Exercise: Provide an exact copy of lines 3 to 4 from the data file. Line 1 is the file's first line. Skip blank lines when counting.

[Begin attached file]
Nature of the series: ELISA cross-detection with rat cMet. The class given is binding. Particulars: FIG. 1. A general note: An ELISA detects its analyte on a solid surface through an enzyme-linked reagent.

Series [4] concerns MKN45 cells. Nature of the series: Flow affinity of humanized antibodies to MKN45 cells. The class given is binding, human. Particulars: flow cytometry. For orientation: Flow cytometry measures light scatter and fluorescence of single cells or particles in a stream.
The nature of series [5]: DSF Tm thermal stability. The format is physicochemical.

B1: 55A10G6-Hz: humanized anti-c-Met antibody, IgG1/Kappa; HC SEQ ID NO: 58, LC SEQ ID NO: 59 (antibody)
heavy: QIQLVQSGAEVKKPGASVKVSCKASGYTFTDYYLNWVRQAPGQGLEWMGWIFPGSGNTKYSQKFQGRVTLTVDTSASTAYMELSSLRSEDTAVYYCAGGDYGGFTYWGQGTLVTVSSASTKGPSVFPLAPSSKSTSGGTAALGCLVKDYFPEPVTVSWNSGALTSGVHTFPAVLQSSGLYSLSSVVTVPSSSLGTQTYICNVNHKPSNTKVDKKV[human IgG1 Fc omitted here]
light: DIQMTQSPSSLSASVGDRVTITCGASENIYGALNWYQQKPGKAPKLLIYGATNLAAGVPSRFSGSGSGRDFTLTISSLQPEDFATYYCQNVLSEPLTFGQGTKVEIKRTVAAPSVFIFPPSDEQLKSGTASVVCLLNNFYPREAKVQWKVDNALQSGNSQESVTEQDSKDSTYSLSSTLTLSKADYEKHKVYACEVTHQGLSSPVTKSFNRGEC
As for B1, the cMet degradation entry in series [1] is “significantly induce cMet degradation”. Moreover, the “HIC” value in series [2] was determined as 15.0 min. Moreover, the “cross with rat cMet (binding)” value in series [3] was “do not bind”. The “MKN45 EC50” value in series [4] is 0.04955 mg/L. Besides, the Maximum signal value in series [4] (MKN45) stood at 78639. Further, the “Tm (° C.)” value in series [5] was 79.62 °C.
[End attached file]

The nature of series [5]: DSF Tm thermal stability. The format is physicochemical.

B1: 55A10G6-Hz: humanized anti-c-Met antibody, IgG1/Kappa; HC SEQ ID NO: 58, LC SEQ ID NO: 59 (antibody)